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Published: December 4th 2007
Something called happiness
A little girl can't wait for the gift her father bought from a wayside vendor on the way to Sabarimala.
Renjith Chandran's relatives were anxiously waiting for us at the Sri Krishna Temple in Thiruvananthapuram. We have only 40 minutes to complete the ritualistic packing and set out to Sabarimala. Hari and Reji, our fellow pilgrims, are already there with all the material we would need on our journey. We have to start before 3 pm, when rahukalam starts. Nothing is done when Rahu, the mythical planet, is aligned with Sun.
The packing (kettunira) has to start with me, the first-timer. But there is a veteran pilgrim called guruswamy to guide me. I pour ghee into an emptied coconut as the others chant ‘Swamiye Saranam Ayyappa’. Guruswamy closes the ghee-filled coconut with a cork and seals it with wax. I put a handful of rice into a blue cloth bundle, in which the coconut is also wrapped. I get another coconut to break at the temple before the journey starts.
The double bundle called Iru Mudi Kettu must be a symbolic representation of the primitive pilgrim’s supply of essentials. It contains the offerings to Ayyappan and the food for the devotee on his barefoot trek through the deep forest. The bundle shows that the carrier has gone through a
The wait is over
Despite its catholicity, Sabarimala is out-of-bounds for women aged between 10-50.
41-day penance in preparation for his tryst with the Lord of Sabarimala. The bags are filled, coconuts broken and we are ready to start on time.
Five hours later, we park our car at Pampa. We cross the river and settle amid pilgrims who swarm the sand bank. Pilgrims try to bathe in the ankle-deep holy water. They splash water at each other. “They are giving the Devaswom Board ideas. The management might auction this service too,” one of us comments. The famed pilgrim spot is a money-spinner for the Travancore Devaswom Board, which manages the shrine. Proceeds from this popular temple keeps alive more than 1,000 temples in south Kerala.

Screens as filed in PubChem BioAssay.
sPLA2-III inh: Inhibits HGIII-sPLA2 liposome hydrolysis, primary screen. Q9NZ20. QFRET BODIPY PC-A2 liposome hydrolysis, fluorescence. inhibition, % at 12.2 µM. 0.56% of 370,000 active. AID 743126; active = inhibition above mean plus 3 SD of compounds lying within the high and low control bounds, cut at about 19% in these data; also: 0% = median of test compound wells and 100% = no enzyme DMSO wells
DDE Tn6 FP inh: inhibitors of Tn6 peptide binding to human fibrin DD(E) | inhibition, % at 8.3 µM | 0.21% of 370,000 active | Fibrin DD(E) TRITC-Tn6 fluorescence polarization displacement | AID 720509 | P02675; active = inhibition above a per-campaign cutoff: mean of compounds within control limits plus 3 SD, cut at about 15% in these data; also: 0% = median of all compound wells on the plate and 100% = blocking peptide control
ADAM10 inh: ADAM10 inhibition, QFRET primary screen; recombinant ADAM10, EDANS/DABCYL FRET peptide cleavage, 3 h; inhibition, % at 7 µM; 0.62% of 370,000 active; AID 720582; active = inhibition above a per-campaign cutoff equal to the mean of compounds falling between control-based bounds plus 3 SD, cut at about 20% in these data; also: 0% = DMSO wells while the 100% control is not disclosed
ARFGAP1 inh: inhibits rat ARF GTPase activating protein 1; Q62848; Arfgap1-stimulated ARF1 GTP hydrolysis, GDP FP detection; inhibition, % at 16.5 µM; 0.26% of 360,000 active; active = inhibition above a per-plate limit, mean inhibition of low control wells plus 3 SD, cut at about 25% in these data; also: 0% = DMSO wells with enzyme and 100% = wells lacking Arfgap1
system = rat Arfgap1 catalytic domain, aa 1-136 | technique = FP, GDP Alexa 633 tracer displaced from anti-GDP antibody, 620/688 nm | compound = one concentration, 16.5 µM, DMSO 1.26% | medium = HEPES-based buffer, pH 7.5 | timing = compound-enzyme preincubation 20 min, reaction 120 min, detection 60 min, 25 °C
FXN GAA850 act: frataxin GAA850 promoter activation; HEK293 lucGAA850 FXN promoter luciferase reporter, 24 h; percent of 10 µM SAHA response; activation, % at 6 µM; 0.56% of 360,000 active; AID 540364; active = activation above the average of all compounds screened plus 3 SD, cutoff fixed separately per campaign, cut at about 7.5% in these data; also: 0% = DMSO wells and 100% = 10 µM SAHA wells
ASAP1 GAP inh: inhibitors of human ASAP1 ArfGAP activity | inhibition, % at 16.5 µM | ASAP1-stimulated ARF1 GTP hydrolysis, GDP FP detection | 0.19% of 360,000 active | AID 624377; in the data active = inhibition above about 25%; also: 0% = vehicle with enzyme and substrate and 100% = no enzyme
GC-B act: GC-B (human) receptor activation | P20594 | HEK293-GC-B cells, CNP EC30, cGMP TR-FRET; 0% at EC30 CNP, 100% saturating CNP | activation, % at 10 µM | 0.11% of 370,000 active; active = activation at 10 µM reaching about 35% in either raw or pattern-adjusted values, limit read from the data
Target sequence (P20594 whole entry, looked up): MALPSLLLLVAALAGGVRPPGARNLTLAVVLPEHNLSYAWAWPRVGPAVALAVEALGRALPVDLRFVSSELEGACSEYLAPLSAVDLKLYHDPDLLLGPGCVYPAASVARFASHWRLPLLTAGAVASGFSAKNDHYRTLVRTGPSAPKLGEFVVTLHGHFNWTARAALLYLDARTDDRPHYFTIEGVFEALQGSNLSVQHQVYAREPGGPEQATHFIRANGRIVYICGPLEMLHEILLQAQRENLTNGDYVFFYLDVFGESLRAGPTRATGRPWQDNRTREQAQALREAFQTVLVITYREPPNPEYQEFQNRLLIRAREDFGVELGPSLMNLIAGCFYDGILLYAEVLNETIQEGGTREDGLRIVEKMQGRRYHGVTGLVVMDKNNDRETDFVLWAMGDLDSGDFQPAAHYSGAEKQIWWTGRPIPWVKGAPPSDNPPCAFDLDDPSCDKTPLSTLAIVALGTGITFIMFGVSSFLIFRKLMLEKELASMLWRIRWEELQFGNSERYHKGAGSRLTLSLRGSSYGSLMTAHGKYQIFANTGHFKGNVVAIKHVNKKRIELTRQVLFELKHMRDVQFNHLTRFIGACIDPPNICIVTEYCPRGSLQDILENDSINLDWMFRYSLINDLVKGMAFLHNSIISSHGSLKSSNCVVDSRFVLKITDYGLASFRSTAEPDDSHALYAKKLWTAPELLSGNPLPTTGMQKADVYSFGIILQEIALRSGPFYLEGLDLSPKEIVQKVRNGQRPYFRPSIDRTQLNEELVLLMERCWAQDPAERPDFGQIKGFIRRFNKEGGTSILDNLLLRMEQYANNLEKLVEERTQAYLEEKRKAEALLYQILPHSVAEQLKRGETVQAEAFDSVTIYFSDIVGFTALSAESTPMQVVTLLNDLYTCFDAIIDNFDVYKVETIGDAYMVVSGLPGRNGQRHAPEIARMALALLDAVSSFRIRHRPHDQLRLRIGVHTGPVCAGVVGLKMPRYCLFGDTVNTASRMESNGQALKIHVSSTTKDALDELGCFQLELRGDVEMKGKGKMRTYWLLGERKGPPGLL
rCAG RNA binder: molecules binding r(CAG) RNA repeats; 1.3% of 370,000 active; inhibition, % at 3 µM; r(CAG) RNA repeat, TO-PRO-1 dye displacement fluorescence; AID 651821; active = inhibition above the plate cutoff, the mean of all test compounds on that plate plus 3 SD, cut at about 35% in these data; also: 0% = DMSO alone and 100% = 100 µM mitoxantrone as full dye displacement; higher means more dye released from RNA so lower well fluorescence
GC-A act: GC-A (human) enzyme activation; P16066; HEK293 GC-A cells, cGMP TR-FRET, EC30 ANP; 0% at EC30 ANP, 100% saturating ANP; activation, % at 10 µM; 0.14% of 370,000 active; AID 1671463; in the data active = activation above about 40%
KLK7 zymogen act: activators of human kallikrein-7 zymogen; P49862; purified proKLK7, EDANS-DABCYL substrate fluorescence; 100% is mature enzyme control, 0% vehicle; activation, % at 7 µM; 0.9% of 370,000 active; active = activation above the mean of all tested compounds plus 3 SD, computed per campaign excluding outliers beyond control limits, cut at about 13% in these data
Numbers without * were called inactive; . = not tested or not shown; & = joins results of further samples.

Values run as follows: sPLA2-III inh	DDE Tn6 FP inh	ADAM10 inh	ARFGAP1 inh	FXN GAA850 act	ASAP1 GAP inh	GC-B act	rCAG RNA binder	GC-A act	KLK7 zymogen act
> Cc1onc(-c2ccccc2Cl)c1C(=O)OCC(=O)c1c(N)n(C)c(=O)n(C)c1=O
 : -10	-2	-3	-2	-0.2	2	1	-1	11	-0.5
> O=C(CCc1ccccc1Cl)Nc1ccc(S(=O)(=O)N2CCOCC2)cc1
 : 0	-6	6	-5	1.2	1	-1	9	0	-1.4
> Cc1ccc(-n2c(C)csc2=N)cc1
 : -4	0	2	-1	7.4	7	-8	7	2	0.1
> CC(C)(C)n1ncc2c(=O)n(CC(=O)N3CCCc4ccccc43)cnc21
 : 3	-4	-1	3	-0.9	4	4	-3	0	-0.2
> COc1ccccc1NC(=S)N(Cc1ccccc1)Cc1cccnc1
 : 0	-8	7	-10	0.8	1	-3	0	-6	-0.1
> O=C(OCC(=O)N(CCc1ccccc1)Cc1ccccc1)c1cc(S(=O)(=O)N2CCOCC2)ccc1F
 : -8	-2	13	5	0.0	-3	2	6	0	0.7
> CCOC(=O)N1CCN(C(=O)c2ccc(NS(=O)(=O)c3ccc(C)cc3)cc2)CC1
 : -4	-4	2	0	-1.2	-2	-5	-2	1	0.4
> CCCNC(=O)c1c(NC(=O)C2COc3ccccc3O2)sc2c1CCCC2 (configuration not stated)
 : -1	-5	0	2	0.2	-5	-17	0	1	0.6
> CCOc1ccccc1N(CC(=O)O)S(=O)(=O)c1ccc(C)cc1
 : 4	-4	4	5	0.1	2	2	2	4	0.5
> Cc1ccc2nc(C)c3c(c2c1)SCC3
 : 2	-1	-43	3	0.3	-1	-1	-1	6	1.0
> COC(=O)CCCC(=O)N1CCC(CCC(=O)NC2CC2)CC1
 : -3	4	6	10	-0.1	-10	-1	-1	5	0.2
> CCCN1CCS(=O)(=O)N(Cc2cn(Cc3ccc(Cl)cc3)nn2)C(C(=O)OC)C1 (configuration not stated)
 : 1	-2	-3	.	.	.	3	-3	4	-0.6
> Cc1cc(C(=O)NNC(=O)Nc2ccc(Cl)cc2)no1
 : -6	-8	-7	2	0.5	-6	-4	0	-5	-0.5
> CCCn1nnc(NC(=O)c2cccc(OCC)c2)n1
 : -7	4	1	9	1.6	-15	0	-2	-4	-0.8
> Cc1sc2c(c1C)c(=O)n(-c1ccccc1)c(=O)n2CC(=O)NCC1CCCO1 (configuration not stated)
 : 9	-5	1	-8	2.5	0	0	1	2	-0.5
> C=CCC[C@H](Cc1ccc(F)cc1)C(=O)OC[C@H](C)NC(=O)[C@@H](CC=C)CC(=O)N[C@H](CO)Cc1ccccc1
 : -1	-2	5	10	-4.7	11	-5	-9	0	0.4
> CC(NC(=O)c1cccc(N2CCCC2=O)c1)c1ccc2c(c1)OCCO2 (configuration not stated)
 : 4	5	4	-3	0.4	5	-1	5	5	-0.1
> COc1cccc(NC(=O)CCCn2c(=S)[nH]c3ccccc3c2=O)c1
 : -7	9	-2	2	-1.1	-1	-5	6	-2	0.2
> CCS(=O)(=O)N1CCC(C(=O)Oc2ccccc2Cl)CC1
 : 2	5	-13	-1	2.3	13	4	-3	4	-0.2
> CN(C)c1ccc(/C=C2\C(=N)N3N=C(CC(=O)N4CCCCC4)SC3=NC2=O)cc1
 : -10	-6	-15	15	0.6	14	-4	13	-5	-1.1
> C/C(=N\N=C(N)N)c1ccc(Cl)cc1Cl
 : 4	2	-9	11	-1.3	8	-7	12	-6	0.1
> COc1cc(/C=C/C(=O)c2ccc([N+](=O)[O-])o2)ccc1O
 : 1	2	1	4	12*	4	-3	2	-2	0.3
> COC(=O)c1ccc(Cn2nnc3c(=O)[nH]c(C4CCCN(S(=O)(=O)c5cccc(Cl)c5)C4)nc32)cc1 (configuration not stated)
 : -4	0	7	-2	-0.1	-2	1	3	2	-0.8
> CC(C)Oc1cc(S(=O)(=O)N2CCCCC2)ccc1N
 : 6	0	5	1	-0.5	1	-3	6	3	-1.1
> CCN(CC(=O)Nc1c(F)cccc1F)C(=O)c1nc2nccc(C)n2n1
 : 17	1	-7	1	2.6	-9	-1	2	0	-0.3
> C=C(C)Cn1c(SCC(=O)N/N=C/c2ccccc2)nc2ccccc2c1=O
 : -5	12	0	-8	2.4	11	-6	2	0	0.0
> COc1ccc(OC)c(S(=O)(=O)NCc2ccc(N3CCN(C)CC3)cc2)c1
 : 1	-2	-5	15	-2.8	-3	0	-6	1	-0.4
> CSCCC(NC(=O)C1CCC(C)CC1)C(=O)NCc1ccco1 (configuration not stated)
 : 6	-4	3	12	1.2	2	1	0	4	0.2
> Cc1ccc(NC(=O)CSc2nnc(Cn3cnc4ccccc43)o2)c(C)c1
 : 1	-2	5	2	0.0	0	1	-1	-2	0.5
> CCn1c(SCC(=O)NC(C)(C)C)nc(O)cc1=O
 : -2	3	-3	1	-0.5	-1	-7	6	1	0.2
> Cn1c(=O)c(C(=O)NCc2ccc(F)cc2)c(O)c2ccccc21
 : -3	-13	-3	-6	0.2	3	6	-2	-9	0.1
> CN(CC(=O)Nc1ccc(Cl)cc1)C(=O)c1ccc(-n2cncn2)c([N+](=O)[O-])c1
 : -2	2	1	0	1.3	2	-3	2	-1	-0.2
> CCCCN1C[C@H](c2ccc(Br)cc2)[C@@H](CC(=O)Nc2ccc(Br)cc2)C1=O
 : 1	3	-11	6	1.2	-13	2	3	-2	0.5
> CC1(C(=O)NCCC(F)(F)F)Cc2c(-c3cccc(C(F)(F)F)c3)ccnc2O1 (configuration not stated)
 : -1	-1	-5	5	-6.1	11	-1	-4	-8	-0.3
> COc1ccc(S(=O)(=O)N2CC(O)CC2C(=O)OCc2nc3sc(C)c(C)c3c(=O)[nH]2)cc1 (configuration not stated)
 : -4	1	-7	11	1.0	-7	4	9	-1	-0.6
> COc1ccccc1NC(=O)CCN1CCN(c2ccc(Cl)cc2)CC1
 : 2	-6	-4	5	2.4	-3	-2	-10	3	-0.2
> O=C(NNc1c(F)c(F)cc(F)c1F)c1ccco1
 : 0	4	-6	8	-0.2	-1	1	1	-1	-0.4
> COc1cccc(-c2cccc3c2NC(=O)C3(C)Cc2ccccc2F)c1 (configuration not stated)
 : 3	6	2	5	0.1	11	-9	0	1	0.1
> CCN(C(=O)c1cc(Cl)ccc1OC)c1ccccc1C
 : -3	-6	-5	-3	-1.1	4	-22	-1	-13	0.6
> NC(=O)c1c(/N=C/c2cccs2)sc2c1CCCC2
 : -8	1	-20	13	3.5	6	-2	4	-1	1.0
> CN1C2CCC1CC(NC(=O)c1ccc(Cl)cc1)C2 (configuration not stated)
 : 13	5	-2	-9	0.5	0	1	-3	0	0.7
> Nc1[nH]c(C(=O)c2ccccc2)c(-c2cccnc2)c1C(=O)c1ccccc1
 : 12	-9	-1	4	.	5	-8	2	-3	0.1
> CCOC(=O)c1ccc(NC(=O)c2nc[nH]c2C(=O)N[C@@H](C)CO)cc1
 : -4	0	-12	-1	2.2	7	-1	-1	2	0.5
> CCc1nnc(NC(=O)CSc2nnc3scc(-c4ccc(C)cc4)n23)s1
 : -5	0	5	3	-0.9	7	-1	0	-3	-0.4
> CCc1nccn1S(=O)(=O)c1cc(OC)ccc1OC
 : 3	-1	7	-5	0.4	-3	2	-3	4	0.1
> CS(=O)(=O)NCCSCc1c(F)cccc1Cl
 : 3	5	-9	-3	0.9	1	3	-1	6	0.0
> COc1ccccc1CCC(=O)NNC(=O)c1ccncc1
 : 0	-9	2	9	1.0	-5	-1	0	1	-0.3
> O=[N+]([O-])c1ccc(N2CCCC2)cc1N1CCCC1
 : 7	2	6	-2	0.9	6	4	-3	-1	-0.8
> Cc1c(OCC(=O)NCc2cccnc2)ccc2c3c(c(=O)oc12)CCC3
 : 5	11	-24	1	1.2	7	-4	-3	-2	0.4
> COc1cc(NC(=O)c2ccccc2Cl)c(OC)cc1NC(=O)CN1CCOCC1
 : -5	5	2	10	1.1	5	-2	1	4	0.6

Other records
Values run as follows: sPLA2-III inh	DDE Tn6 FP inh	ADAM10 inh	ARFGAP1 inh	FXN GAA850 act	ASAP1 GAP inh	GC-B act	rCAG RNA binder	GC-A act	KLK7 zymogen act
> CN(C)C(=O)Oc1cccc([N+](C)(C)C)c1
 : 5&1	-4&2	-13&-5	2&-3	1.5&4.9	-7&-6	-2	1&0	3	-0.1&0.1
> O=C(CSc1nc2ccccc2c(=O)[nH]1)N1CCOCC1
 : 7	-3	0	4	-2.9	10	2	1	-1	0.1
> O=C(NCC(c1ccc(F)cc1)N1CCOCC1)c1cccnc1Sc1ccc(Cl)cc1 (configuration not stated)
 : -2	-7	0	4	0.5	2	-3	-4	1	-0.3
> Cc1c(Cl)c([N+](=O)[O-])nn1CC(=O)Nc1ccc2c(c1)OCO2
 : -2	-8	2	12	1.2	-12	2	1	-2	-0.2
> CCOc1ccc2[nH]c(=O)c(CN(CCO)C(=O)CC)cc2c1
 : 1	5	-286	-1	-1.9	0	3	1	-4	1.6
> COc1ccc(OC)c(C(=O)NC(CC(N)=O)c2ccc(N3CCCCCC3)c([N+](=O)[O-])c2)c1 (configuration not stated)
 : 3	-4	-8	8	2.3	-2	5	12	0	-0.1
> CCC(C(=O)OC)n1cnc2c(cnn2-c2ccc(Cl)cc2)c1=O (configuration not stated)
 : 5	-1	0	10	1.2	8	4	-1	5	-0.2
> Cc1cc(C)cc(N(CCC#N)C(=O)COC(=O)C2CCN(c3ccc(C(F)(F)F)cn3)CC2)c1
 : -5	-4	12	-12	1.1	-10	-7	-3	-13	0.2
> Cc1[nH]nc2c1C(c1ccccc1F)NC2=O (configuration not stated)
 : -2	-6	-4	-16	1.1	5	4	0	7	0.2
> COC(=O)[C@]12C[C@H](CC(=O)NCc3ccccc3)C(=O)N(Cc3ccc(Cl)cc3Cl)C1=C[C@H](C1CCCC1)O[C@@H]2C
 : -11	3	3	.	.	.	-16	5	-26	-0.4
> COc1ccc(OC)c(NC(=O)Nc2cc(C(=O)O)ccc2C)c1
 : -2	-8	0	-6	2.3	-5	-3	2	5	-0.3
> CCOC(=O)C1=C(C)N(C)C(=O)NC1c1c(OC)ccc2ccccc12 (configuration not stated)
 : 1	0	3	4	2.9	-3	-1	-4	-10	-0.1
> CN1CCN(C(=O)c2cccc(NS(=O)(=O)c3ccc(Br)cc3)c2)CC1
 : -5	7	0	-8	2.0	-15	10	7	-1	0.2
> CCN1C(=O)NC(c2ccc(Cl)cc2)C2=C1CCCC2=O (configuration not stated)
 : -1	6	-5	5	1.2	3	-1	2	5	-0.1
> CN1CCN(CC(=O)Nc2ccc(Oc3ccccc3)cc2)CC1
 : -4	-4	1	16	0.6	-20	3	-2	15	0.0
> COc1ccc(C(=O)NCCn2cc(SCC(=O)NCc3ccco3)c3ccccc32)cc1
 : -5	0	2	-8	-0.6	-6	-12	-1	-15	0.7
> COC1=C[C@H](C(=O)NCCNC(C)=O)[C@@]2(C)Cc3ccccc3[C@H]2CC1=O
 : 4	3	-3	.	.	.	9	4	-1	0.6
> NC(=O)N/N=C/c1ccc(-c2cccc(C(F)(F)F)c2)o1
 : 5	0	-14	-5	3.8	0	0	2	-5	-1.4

Pampa flows along the 18 hills that fall inside the Periyar Tiger Reserve. Environmentalists have been lamenting that the temple, which attracts lakhs of devotees every year, is killing the reserve. But the townships by the Pampa and atop Sabarimala get bigger by the year.
All signboards have messages in Malayalam, Tamil, Telugu and Kannada. In the two seasons - starting November 16 and December 30 - Sabarimala Dharma Shastha Temple becomes the busiest pilgrim centre in south India. The hill shrine is closed through the
Shortcut to salvation
For Rs 975, any pilgrim can reach the summit this way.
rest of the year, except on the first five days of every Malayalam month and on Vishu (the harvest festival in April).
We get ready for the 5-kilometre night trek through the forest. On the foothills of Neelimala, the steep hill that test any pilgrim’s endurance, passers-by keep a fire burning by offering camphor to it. They religiously take in the purifying smoke. One of them burns the camphor tablets along with the polythene bag and breathes in heavily. The shrine and the reserve have been declared plastic-free, but it’s easier said than done.
The first stop is the Vikhneswara Temple, where people break coconuts before the elephant god who removes hurdles. Then a police check post, where any adventurous women are blocked. Women aged between 10 and 50 are prohibited to go near the bachelor deity. Following a tantric suggestion in 2006 that the Lord was unhappy with women’s presence, a Kannada actor claimed that she had actually touched the idol a few years ago.